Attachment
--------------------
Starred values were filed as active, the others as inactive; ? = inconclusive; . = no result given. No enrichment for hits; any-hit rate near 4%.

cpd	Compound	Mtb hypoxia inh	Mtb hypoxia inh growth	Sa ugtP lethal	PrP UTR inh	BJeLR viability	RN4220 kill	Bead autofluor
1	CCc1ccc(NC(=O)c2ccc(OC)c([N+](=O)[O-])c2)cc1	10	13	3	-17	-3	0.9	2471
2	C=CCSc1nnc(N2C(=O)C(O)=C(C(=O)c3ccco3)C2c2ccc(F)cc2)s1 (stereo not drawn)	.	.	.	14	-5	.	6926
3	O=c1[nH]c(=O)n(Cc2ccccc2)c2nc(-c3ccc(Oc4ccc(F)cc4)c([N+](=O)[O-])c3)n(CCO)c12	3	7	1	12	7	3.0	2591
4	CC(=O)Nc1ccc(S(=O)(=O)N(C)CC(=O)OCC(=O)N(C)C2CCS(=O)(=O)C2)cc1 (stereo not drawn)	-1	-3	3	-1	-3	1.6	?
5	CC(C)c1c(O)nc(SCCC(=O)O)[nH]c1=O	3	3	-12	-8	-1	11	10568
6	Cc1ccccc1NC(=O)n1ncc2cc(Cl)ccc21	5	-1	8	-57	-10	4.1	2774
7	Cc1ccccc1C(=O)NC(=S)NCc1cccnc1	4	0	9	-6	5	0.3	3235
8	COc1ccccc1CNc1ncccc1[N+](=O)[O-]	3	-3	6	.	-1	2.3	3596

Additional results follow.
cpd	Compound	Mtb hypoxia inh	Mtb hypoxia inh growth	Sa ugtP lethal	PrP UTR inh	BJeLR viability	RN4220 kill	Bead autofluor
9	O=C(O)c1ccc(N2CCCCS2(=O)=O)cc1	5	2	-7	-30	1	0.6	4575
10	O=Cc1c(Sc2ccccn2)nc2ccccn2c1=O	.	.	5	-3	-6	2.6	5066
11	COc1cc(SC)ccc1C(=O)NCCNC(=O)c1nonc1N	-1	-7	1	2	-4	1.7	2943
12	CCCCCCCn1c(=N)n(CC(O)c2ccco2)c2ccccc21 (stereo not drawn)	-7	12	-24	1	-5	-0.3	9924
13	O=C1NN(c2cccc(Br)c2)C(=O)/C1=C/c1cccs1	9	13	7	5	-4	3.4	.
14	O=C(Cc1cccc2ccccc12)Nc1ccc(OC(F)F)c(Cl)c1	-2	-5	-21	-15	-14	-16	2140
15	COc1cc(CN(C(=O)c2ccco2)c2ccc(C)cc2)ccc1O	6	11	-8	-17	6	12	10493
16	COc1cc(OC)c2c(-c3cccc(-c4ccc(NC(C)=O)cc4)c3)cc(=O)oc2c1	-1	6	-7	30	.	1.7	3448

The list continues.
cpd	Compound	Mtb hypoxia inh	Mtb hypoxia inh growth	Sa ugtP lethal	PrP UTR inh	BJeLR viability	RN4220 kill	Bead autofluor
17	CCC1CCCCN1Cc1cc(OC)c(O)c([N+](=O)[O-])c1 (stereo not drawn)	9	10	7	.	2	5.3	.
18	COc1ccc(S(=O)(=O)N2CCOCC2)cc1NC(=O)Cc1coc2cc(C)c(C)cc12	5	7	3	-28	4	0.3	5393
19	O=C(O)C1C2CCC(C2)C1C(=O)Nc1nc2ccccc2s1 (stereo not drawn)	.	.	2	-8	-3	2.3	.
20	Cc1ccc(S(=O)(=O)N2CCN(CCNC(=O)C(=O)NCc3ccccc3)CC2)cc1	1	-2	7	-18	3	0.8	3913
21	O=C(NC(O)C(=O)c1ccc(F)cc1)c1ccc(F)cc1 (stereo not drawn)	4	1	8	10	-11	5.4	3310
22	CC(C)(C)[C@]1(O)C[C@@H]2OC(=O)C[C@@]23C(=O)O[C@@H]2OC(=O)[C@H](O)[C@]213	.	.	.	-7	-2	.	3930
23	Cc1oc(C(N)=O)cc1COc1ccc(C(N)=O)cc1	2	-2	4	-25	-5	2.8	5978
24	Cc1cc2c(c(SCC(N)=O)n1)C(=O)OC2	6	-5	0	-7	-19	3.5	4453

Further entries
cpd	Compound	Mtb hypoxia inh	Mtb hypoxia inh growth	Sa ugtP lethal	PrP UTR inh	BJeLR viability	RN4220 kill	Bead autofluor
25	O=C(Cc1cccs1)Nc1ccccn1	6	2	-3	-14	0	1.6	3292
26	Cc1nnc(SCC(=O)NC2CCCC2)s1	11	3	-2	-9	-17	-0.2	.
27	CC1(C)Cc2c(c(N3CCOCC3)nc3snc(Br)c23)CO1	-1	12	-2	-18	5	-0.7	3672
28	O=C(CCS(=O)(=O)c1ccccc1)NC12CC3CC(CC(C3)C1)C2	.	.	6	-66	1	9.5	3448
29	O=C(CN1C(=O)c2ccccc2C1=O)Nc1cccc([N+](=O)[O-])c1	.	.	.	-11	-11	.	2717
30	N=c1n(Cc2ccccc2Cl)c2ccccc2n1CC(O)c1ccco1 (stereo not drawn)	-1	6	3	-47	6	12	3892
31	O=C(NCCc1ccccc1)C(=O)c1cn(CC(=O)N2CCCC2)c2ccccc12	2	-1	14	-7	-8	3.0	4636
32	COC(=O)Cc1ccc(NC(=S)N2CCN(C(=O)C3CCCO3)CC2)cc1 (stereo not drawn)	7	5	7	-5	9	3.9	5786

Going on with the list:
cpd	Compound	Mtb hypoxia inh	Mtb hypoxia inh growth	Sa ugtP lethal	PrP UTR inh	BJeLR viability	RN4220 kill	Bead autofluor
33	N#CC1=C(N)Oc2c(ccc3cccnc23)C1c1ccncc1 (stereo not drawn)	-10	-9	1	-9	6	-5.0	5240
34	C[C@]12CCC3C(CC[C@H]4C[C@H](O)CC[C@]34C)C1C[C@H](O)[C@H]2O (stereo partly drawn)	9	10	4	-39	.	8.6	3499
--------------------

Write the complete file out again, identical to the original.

Starred values were filed as active, the others as inactive; ? = inconclusive; . = no result given. No enrichment for hits; any-hit rate near 4%.

cpd	Compound	Mtb hypoxia inh	Mtb hypoxia inh growth	Sa ugtP lethal	PrP UTR inh	BJeLR viability	RN4220 kill	Bead autofluor
1	CCc1ccc(NC(=O)c2ccc(OC)c([N+](=O)[O-])c2)cc1	10	13	3	-17	-3	0.9	2471
2	C=CCSc1nnc(N2C(=O)C(O)=C(C(=O)c3ccco3)C2c2ccc(F)cc2)s1 (stereo not drawn)	.	.	.	14	-5	.	6926
3	O=c1[nH]c(=O)n(Cc2ccccc2)c2nc(-c3ccc(Oc4ccc(F)cc4)c([N+](=O)[O-])c3)n(CCO)c12	3	7	1	12	7	3.0	2591
4	CC(=O)Nc1ccc(S(=O)(=O)N(C)CC(=O)OCC(=O)N(C)C2CCS(=O)(=O)C2)cc1 (stereo not drawn)	-1	-3	3	-1	-3	1.6	?
5	CC(C)c1c(O)nc(SCCC(=O)O)[nH]c1=O	3	3	-12	-8	-1	11	10568
6	Cc1ccccc1NC(=O)n1ncc2cc(Cl)ccc21	5	-1	8	-57	-10	4.1	2774
7	Cc1ccccc1C(=O)NC(=S)NCc1cccnc1	4	0	9	-6	5	0.3	3235
8	COc1ccccc1CNc1ncccc1[N+](=O)[O-]	3	-3	6	.	-1	2.3	3596

Additional results follow.
cpd	Compound	Mtb hypoxia inh	Mtb hypoxia inh growth	Sa ugtP lethal	PrP UTR inh	BJeLR viability	RN4220 kill	Bead autofluor
9	O=C(O)c1ccc(N2CCCCS2(=O)=O)cc1	5	2	-7	-30	1	0.6	4575
10	O=Cc1c(Sc2ccccn2)nc2ccccn2c1=O	.	.	5	-3	-6	2.6	5066
11	COc1cc(SC)ccc1C(=O)NCCNC(=O)c1nonc1N	-1	-7	1	2	-4	1.7	2943
12	CCCCCCCn1c(=N)n(CC(O)c2ccco2)c2ccccc21 (stereo not drawn)	-7	12	-24	1	-5	-0.3	9924
13	O=C1NN(c2cccc(Br)c2)C(=O)/C1=C/c1cccs1	9	13	7	5	-4	3.4	.
14	O=C(Cc1cccc2ccccc12)Nc1ccc(OC(F)F)c(Cl)c1	-2	-5	-21	-15	-14	-16	2140
15	COc1cc(CN(C(=O)c2ccco2)c2ccc(C)cc2)ccc1O	6	11	-8	-17	6	12	10493
16	COc1cc(OC)c2c(-c3cccc(-c4ccc(NC(C)=O)cc4)c3)cc(=O)oc2c1	-1	6	-7	30	.	1.7	3448

The list continues.
cpd	Compound	Mtb hypoxia inh	Mtb hypoxia inh growth	Sa ugtP lethal	PrP UTR inh	BJeLR viability	RN4220 kill	Bead autofluor
17	CCC1CCCCN1Cc1cc(OC)c(O)c([N+](=O)[O-])c1 (stereo not drawn)	9	10	7	.	2	5.3	.
18	COc1ccc(S(=O)(=O)N2CCOCC2)cc1NC(=O)Cc1coc2cc(C)c(C)cc12	5	7	3	-28	4	0.3	5393
19	O=C(O)C1C2CCC(C2)C1C(=O)Nc1nc2ccccc2s1 (stereo not drawn)	.	.	2	-8	-3	2.3	.
20	Cc1ccc(S(=O)(=O)N2CCN(CCNC(=O)C(=O)NCc3ccccc3)CC2)cc1	1	-2	7	-18	3	0.8	3913
21	O=C(NC(O)C(=O)c1ccc(F)cc1)c1ccc(F)cc1 (stereo not drawn)	4	1	8	10	-11	5.4	3310
22	CC(C)(C)[C@]1(O)C[C@@H]2OC(=O)C[C@@]23C(=O)O[C@@H]2OC(=O)[C@H](O)[C@]213	.	.	.	-7	-2	.	3930
23	Cc1oc(C(N)=O)cc1COc1ccc(C(N)=O)cc1	2	-2	4	-25	-5	2.8	5978
24	Cc1cc2c(c(SCC(N)=O)n1)C(=O)OC2	6	-5	0	-7	-19	3.5	4453

Further entries
cpd	Compound	Mtb hypoxia inh	Mtb hypoxia inh growth	Sa ugtP lethal	PrP UTR inh	BJeLR viability	RN4220 kill	Bead autofluor
25	O=C(Cc1cccs1)Nc1ccccn1	6	2	-3	-14	0	1.6	3292
26	Cc1nnc(SCC(=O)NC2CCCC2)s1	11	3	-2	-9	-17	-0.2	.
27	CC1(C)Cc2c(c(N3CCOCC3)nc3snc(Br)c23)CO1	-1	12	-2	-18	5	-0.7	3672
28	O=C(CCS(=O)(=O)c1ccccc1)NC12CC3CC(CC(C3)C1)C2	.	.	6	-66	1	9.5	3448
29	O=C(CN1C(=O)c2ccccc2C1=O)Nc1cccc([N+](=O)[O-])c1	.	.	.	-11	-11	.	2717
30	N=c1n(Cc2ccccc2Cl)c2ccccc2n1CC(O)c1ccco1 (stereo not drawn)	-1	6	3	-47	6	12	3892
31	O=C(NCCc1ccccc1)C(=O)c1cn(CC(=O)N2CCCC2)c2ccccc12	2	-1	14	-7	-8	3.0	4636
32	COC(=O)Cc1ccc(NC(=S)N2CCN(C(=O)C3CCCO3)CC2)cc1 (stereo not drawn)	7	5	7	-5	9	3.9	5786

Going on with the list:
cpd	Compound	Mtb hypoxia inh	Mtb hypoxia inh growth	Sa ugtP lethal	PrP UTR inh	BJeLR viability	RN4220 kill	Bead autofluor
33	N#CC1=C(N)Oc2c(ccc3cccnc23)C1c1ccncc1 (stereo not drawn)	-10	-9	1	-9	6	-5.0	5240
34	C[C@]12CCC3C(CC[C@H]4C[C@H](O)CC[C@]34C)C1C[C@H](O)[C@H]2O (stereo partly drawn)	9	10	4	-39	.	8.6	3499